RIMFAX – Norwegian Ground Penetrating Radar on Schedule for Mars 2020

Mars Overflate

 

When a new “Curiosity” lands on Mars in 2020, the rover also bears the Norwegian developed instrument, RIMFAX. RIMFAX is short for Radar Imager for Mars’ Subsurface Experiment and is a ground penetrating radar designed to expose the hidden conditions under the surface of Mars.

 

mars_2020_roverThe Ground Penetrating Radar (GPR) is not a new invention, but is used in different missions on Earth to expose conditions under the surface of earth without destruction of the ground. A Chinese built instrument, based on the same principle, has also been used to study the moon’s crust. However, this is first time such an instrument will be sent to Mars. Results from the instrument will complete large-scale measurements from the MARSIS Instrument on board, Mars Express and the SHARAD on board Mars Reconnaissance Orbiter.

 

GPR will send radio frequency electromagnetic waves into the ground and then detect the reflected signal as a function of time to reveal subsurface structure as well as composition.

The instrument can detect signals down to between 10 to 100 metres deep in the earth’s ground, depending on the types of ground material. The conditions do not match those on earth, so the depth of penetrating will not necessarily be the same. The Mars Rover, at the moment without any name, will move about 130 metres a day, and the instrument will take two measurements every 10 centimetres.

 

RIMFAX antenna during Field tests at Svalbard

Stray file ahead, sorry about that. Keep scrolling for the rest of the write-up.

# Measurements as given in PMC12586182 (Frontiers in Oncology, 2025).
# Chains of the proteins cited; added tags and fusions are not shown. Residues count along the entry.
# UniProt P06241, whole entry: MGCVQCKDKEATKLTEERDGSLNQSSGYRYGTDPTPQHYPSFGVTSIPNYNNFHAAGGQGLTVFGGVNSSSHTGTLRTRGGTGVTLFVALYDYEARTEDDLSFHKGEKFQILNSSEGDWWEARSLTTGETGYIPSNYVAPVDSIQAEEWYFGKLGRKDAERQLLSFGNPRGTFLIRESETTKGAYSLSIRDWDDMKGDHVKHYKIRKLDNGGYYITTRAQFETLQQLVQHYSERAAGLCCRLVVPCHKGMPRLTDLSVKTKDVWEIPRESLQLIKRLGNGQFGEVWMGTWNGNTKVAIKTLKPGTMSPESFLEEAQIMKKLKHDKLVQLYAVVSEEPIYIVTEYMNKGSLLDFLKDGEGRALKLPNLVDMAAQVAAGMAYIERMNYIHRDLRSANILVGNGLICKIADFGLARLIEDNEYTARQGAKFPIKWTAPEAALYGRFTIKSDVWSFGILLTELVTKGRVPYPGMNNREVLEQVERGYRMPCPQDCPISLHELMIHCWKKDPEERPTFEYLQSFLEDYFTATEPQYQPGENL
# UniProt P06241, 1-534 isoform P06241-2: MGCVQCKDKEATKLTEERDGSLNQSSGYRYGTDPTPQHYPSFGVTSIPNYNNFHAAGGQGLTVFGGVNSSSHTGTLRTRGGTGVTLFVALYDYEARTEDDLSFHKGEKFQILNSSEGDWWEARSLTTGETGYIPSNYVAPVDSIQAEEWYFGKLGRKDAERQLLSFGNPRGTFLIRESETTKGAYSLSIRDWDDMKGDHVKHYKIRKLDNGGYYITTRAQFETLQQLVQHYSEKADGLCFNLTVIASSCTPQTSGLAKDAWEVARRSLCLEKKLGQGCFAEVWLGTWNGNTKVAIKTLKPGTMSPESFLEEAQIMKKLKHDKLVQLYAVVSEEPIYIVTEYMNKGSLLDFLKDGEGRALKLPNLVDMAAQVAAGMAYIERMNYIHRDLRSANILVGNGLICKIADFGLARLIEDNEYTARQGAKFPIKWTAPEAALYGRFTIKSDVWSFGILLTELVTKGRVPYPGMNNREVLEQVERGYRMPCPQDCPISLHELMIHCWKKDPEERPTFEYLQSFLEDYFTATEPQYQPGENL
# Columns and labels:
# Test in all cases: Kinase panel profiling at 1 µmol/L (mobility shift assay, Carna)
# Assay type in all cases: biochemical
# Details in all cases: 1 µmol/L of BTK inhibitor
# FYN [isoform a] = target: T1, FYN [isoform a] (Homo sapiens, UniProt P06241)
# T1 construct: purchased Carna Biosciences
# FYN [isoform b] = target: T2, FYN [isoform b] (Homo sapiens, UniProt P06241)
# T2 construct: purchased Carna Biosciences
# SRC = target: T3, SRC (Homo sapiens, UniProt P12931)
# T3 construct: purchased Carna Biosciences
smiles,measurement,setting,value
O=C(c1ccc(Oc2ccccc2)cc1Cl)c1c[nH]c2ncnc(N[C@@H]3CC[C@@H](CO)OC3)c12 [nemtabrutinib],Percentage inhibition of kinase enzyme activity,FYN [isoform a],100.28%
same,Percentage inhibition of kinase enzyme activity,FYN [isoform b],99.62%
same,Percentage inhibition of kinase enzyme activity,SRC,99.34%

RIMFAX antenna during Field tests at Svalbard

Developing and testing the instrument has been mainly been carried out in Norway. RIMFAX is exclusively based on technology developed by the Norwegian Defence Research Establishment (FFI), and the instrument will also be built at the same institute. To test the instrument in near Mars conditions the team has tested the instrument on Svalbard. Svalbard is cold and dry and has permafrost, conditions, close to and near the same conditions as on Mars, if one ignores the fact that Svalbard has both oxygen, higher gravitation and a protecting magnetic field.

 

Reference:      Norwegian Defence Research Establishment  (In Norwegian Language)

NASA

 

All pictures:    FFI/NASA

 

Rimfakse

Rimfakse in Nordic Mythology

Possible accendial, but the name RIMFAX is very near Rimfakse in Norse mythology. Rimfakse was the horse “Natt”, as every night ride over the haven with frost in the mane. The morning dew came from Rimfakse’s bridle. In the old Edda, Odin, one of the Nordic gods, says:

 

Rimfakse calls

the horse as pull

night over Grand Gods;

foam drops he

lets go every mornings;

of that its came dew in valley.